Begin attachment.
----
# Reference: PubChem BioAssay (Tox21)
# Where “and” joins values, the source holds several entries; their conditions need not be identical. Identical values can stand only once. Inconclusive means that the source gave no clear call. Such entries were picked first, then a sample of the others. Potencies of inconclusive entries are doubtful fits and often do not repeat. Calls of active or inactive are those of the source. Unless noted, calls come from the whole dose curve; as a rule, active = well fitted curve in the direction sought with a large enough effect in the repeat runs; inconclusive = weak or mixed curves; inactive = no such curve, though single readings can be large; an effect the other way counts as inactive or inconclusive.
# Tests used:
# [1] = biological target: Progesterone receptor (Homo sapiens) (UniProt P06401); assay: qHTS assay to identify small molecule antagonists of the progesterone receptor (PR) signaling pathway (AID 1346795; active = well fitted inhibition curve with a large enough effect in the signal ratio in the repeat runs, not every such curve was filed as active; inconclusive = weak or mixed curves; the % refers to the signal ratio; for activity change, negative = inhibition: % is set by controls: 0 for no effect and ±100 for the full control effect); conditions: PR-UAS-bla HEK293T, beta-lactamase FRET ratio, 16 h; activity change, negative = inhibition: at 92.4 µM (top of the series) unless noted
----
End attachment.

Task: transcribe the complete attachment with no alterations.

# Reference: PubChem BioAssay (Tox21)
# Where “and” joins values, the source holds several entries; their conditions need not be identical. Identical values can stand only once. Inconclusive means that the source gave no clear call. Such entries were picked first, then a sample of the others. Potencies of inconclusive entries are doubtful fits and often do not repeat. Calls of active or inactive are those of the source. Unless noted, calls come from the whole dose curve; as a rule, active = well fitted curve in the direction sought with a large enough effect in the repeat runs; inconclusive = weak or mixed curves; inactive = no such curve, though single readings can be large; an effect the other way counts as inactive or inconclusive.
# Tests used:
# [1] = biological target: Progesterone receptor (Homo sapiens) (UniProt P06401); assay: qHTS assay to identify small molecule antagonists of the progesterone receptor (PR) signaling pathway (AID 1346795; active = well fitted inhibition curve with a large enough effect in the signal ratio in the repeat runs, not every such curve was filed as active; inconclusive = weak or mixed curves; the % refers to the signal ratio; for activity change, negative = inhibition: % is set by controls: 0 for no effect and ±100 for the full control effect); conditions: PR-UAS-bla HEK293T, beta-lactamase FRET ratio, 16 h; activity change, negative = inhibition: at 92.4 µM (top of the series) unless noted